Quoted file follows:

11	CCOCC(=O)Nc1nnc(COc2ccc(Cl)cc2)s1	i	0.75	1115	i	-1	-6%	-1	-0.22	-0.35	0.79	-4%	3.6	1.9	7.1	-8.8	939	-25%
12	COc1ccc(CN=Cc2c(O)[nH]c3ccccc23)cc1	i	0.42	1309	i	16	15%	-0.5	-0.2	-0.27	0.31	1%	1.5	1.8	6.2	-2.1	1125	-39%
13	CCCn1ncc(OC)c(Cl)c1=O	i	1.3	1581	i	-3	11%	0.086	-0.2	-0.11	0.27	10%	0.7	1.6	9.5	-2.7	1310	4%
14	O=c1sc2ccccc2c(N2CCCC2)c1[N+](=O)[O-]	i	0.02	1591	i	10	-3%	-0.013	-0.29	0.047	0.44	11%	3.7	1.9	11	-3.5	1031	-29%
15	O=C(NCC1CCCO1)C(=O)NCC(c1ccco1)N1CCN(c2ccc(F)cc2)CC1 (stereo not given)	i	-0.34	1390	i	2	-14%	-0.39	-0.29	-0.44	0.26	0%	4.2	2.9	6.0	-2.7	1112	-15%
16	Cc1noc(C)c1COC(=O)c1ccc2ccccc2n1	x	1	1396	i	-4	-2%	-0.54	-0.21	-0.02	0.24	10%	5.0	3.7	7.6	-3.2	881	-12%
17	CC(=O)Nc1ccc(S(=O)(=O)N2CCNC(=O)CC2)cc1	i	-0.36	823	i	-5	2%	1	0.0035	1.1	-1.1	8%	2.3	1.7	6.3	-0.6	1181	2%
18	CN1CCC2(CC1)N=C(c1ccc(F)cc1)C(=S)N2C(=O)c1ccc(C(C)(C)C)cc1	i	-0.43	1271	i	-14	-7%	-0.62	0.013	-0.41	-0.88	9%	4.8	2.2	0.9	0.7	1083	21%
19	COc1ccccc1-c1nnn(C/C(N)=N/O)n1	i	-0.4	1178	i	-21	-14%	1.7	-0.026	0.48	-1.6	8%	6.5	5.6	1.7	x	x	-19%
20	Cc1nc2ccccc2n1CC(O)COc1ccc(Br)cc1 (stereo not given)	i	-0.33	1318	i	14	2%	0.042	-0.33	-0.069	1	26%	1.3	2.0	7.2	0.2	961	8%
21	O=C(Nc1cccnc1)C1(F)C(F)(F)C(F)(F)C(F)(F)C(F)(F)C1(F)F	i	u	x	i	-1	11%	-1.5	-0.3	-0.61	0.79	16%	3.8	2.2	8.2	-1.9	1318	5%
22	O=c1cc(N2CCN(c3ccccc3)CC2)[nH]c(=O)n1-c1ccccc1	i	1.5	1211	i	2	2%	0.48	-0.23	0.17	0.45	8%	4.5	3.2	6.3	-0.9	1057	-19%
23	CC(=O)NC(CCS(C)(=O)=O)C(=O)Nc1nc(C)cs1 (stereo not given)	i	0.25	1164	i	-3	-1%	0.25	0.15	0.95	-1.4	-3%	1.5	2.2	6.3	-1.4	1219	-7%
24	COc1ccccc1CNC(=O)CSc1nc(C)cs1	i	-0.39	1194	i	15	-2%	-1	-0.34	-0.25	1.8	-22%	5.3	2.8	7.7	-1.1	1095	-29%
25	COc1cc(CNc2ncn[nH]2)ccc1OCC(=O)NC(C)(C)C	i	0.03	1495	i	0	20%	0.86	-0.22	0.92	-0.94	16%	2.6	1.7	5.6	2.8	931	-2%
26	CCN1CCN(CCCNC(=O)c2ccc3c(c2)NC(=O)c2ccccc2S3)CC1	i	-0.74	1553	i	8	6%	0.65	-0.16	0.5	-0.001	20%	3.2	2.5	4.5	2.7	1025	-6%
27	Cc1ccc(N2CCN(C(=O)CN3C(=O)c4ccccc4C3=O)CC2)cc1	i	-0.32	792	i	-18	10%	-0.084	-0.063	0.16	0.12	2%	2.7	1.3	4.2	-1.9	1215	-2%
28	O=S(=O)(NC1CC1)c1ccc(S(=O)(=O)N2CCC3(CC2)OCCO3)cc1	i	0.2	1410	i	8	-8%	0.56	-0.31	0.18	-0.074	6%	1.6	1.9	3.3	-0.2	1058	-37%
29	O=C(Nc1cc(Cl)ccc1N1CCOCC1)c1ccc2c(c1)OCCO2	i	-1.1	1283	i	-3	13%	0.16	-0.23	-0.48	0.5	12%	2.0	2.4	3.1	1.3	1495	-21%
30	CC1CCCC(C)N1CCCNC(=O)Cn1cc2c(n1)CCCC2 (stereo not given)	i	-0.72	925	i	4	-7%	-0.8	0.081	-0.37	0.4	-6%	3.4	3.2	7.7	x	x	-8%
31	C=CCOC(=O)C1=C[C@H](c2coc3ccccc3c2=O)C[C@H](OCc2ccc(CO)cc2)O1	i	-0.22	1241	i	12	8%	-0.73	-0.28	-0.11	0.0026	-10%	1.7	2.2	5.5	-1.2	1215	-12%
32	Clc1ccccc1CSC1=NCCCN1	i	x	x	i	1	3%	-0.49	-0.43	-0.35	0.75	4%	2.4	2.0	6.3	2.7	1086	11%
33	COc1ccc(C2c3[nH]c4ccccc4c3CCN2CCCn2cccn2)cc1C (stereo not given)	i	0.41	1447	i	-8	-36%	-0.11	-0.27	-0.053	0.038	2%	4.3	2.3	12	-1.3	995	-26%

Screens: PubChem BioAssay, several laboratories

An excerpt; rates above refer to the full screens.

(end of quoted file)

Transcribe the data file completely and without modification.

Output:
11	CCOCC(=O)Nc1nnc(COc2ccc(Cl)cc2)s1	i	0.75	1115	i	-1	-6%	-1	-0.22	-0.35	0.79	-4%	3.6	1.9	7.1	-8.8	939	-25%
12	COc1ccc(CN=Cc2c(O)[nH]c3ccccc23)cc1	i	0.42	1309	i	16	15%	-0.5	-0.2	-0.27	0.31	1%	1.5	1.8	6.2	-2.1	1125	-39%
13	CCCn1ncc(OC)c(Cl)c1=O	i	1.3	1581	i	-3	11%	0.086	-0.2	-0.11	0.27	10%	0.7	1.6	9.5	-2.7	1310	4%
14	O=c1sc2ccccc2c(N2CCCC2)c1[N+](=O)[O-]	i	0.02	1591	i	10	-3%	-0.013	-0.29	0.047	0.44	11%	3.7	1.9	11	-3.5	1031	-29%
15	O=C(NCC1CCCO1)C(=O)NCC(c1ccco1)N1CCN(c2ccc(F)cc2)CC1 (stereo not given)	i	-0.34	1390	i	2	-14%	-0.39	-0.29	-0.44	0.26	0%	4.2	2.9	6.0	-2.7	1112	-15%
16	Cc1noc(C)c1COC(=O)c1ccc2ccccc2n1	x	1	1396	i	-4	-2%	-0.54	-0.21	-0.02	0.24	10%	5.0	3.7	7.6	-3.2	881	-12%
17	CC(=O)Nc1ccc(S(=O)(=O)N2CCNC(=O)CC2)cc1	i	-0.36	823	i	-5	2%	1	0.0035	1.1	-1.1	8%	2.3	1.7	6.3	-0.6	1181	2%
18	CN1CCC2(CC1)N=C(c1ccc(F)cc1)C(=S)N2C(=O)c1ccc(C(C)(C)C)cc1	i	-0.43	1271	i	-14	-7%	-0.62	0.013	-0.41	-0.88	9%	4.8	2.2	0.9	0.7	1083	21%
19	COc1ccccc1-c1nnn(C/C(N)=N/O)n1	i	-0.4	1178	i	-21	-14%	1.7	-0.026	0.48	-1.6	8%	6.5	5.6	1.7	x	x	-19%
20	Cc1nc2ccccc2n1CC(O)COc1ccc(Br)cc1 (stereo not given)	i	-0.33	1318	i	14	2%	0.042	-0.33	-0.069	1	26%	1.3	2.0	7.2	0.2	961	8%
21	O=C(Nc1cccnc1)C1(F)C(F)(F)C(F)(F)C(F)(F)C(F)(F)C1(F)F	i	u	x	i	-1	11%	-1.5	-0.3	-0.61	0.79	16%	3.8	2.2	8.2	-1.9	1318	5%
22	O=c1cc(N2CCN(c3ccccc3)CC2)[nH]c(=O)n1-c1ccccc1	i	1.5	1211	i	2	2%	0.48	-0.23	0.17	0.45	8%	4.5	3.2	6.3	-0.9	1057	-19%
23	CC(=O)NC(CCS(C)(=O)=O)C(=O)Nc1nc(C)cs1 (stereo not given)	i	0.25	1164	i	-3	-1%	0.25	0.15	0.95	-1.4	-3%	1.5	2.2	6.3	-1.4	1219	-7%
24	COc1ccccc1CNC(=O)CSc1nc(C)cs1	i	-0.39	1194	i	15	-2%	-1	-0.34	-0.25	1.8	-22%	5.3	2.8	7.7	-1.1	1095	-29%
25	COc1cc(CNc2ncn[nH]2)ccc1OCC(=O)NC(C)(C)C	i	0.03	1495	i	0	20%	0.86	-0.22	0.92	-0.94	16%	2.6	1.7	5.6	2.8	931	-2%
26	CCN1CCN(CCCNC(=O)c2ccc3c(c2)NC(=O)c2ccccc2S3)CC1	i	-0.74	1553	i	8	6%	0.65	-0.16	0.5	-0.001	20%	3.2	2.5	4.5	2.7	1025	-6%
27	Cc1ccc(N2CCN(C(=O)CN3C(=O)c4ccccc4C3=O)CC2)cc1	i	-0.32	792	i	-18	10%	-0.084	-0.063	0.16	0.12	2%	2.7	1.3	4.2	-1.9	1215	-2%
28	O=S(=O)(NC1CC1)c1ccc(S(=O)(=O)N2CCC3(CC2)OCCO3)cc1	i	0.2	1410	i	8	-8%	0.56	-0.31	0.18	-0.074	6%	1.6	1.9	3.3	-0.2	1058	-37%
29	O=C(Nc1cc(Cl)ccc1N1CCOCC1)c1ccc2c(c1)OCCO2	i	-1.1	1283	i	-3	13%	0.16	-0.23	-0.48	0.5	12%	2.0	2.4	3.1	1.3	1495	-21%
30	CC1CCCC(C)N1CCCNC(=O)Cn1cc2c(n1)CCCC2 (stereo not given)	i	-0.72	925	i	4	-7%	-0.8	0.081	-0.37	0.4	-6%	3.4	3.2	7.7	x	x	-8%
31	C=CCOC(=O)C1=C[C@H](c2coc3ccccc3c2=O)C[C@H](OCc2ccc(CO)cc2)O1	i	-0.22	1241	i	12	8%	-0.73	-0.28	-0.11	0.0026	-10%	1.7	2.2	5.5	-1.2	1215	-12%
32	Clc1ccccc1CSC1=NCCCN1	i	x	x	i	1	3%	-0.49	-0.43	-0.35	0.75	4%	2.4	2.0	6.3	2.7	1086	11%
33	COc1ccc(C2c3[nH]c4ccccc4c3CCN2CCCn2cccn2)cc1C (stereo not given)	i	0.41	1447	i	-8	-36%	-0.11	-0.27	-0.053	0.038	2%	4.3	2.3	12	-1.3	995	-26%

Screens: PubChem BioAssay, several laboratories

An excerpt; rates above refer to the full screens.